Through quiet nights in the spring and summer I built and rebuilt. I patiently removed my cat Milton whose favorite place to stand was exactly in the middle of the sanctuary. I built and rebuilt and petted Milton and built and rebuilt.

Early in the process, I knew it might not come out looking good. But I wasn’t anxious about it: the work and the joy (and the frustration) was in the building and rebuilding. Maybe it would come out and maybe it wouldn't -- but I could imagine it and I could work for it, and the pleasure was in the process.

It’s the same for the brick and mortar church. Of course, literally, this is what the Castle restoration was about: remaking spaces to keep the physical building serving the future of the church that gathers inside it.

But the reality of the continual rebuilding goes beyond the bricks. Committees form and do their work, and dissolve and get rebuilt into something else entirely. Leaders formal and informal contribute to the continual rebuilding.

Sometimes, you build the invisible infrastructure of the church which makes it mysteriously sturdy: direct and kind communication, making amends, stepping up to service, respectful disagreement. Sometimes a committee grows, shifts, or changes direction. Sometimes you take a program apart, back into bricks, and build something new with it.

The technical term for the stickiness of two Lego bricks as they grip each other is “clutch power.” No build holds together without clutch power. The whole is only as strong as the clutch power of any two bricks linked together. The sturdiness of the tallest structure is determined only by the relationship of any two bricks next to each other. The same is true for our congregation: the glue that cements us is our connections to each other.

In this present moment and the months ahead, we need clutch power! May the strength of those connections give us the confidence to build and rebuild our community as we go into our shared and unknowable future, together.

In hope,

Rev. David

"Ask for help when you need it; offer help when you can."

To help us through lonely days during these times of Covid, Rev. David's Contact column offers hope.  You can read the poem To the New Year that begins his article by clicking on the Contact link on the left of this page.

"The days are getting longer, but it’s deceptive: they’re getting longer by what feels like microscopic increments. The cold and the snow and the long slog ahead to spring may to suggest despair as a viable option. The wisdom for a moment like this is deceptively simple: Ask for help when you need it; offer help when you can.
I’m a practical person, and there’s some part of me that feels asking for help is a burden or an imposition – or, even worse, that I need to know just exactly what my problem is and just what the solution is before I reach out. Maybe this is your experience too: you feel crummy inside, and so you decide to wait until you stop feeling crummy before reaching out. But when the struggle is with isolation – whether in your head or in your house – it’s ok to just reach out. In fact, that is itself part of the solution.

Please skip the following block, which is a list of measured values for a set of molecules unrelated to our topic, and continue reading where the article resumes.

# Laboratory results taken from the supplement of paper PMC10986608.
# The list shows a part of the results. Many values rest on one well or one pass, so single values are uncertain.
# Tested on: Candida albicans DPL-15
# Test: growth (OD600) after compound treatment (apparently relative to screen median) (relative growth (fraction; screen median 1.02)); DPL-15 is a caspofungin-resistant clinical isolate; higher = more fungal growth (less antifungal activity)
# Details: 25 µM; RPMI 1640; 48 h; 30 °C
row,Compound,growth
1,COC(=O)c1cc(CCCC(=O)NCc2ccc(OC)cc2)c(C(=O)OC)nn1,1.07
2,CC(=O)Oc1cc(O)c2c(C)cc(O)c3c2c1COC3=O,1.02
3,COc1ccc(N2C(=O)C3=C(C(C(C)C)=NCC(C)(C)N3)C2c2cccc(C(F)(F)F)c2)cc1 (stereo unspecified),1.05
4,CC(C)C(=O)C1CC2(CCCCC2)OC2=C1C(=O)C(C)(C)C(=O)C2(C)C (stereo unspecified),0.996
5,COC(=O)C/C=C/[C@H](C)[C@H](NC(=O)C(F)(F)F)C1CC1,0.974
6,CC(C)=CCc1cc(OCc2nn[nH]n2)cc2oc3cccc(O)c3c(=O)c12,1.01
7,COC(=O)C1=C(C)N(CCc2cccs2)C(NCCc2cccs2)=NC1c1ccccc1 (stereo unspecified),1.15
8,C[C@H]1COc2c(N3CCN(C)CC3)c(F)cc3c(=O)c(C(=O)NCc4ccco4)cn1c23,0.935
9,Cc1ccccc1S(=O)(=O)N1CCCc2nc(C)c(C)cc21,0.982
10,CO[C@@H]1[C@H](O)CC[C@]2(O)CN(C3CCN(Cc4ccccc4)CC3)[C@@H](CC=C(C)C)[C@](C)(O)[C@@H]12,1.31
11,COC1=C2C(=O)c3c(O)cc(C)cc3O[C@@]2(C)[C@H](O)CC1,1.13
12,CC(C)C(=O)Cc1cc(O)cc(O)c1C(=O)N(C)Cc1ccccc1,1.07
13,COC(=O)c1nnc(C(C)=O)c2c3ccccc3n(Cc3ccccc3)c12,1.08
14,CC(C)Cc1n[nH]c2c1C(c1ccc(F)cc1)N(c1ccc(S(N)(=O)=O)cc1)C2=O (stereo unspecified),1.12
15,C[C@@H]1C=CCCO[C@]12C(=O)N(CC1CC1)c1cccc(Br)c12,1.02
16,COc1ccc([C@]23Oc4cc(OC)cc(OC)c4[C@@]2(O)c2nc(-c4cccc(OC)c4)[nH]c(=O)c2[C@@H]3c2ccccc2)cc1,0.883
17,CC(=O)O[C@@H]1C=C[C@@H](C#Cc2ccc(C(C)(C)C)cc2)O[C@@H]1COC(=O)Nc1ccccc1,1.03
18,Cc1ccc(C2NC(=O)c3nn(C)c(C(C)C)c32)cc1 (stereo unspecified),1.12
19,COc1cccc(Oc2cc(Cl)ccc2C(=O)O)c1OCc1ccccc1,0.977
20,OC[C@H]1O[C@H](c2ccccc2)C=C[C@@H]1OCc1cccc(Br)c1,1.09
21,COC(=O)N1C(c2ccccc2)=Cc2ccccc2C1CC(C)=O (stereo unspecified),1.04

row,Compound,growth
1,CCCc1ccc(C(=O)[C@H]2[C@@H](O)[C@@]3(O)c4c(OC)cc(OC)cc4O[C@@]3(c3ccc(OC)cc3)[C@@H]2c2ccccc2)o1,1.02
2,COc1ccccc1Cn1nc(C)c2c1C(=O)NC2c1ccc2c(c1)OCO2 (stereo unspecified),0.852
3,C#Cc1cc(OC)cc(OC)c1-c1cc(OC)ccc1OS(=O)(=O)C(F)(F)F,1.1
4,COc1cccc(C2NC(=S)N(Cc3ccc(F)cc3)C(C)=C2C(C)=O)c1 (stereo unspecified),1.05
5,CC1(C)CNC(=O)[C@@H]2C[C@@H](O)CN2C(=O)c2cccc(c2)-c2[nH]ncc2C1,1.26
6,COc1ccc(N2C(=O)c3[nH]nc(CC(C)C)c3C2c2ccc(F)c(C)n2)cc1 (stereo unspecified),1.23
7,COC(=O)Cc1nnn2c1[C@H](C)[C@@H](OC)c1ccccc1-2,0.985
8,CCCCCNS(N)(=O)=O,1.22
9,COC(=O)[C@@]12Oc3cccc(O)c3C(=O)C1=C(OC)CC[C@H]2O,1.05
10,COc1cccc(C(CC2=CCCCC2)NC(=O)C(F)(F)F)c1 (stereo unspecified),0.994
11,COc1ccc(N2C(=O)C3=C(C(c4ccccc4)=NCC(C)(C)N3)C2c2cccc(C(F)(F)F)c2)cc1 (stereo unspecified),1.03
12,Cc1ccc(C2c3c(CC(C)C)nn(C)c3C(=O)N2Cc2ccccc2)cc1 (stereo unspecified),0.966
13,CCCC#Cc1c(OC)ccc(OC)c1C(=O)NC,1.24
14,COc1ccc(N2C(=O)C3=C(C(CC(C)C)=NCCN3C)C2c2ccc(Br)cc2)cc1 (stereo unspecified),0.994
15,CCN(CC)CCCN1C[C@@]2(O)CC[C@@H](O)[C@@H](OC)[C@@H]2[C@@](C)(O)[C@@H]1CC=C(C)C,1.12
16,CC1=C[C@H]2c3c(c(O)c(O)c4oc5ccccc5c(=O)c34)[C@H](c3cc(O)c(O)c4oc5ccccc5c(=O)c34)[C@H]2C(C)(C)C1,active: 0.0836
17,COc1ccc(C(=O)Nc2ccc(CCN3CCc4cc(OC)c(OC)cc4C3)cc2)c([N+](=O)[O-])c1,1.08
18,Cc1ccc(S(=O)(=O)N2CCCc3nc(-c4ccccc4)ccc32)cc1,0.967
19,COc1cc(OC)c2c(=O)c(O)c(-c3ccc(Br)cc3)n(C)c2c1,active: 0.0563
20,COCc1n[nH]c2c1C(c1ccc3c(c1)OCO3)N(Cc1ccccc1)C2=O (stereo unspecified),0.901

Call a friend with a cat and ask them how their cat is doing. Email a friend and tell them the least funny joke you know. (Mine: why do you never see elephants in trees? Because they’re so good at hiding.) Call someone from church you don’t know too well and tell them Rev. David said to ask for their favorite cookie recipe because it is now, apparently, a religious obligation to eat cookies. You’ll get connection and cookies out of it: a win-win.
As much as the new year brings a new beginning it can be a difficult time. You don’t have to do it alone. We’re a community of care, and support, and bad jokes, and cookie recipes, and compassion. Ahead comes the walk toward spring, toward vaccination, toward hugs and handshakes and singing together again. We’ll get there, together: our hopes, such as they are, invisible before us, untouched and still possible.
In hope,
Rev. David"

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Kids 5 to 12 years old

Children aged five through twelve, who are fully vaccinated, are invited to attend the first part of the church service to hear "the story for all ages."  They will then leave to attend their UU Education classes, where everyone who is with them is fully vaccinated.

Buddhist Meditation

Reverend Marcia Curtis For more information please click

Religious Education

Childcare for our youngest is available during services.

All children are welcome!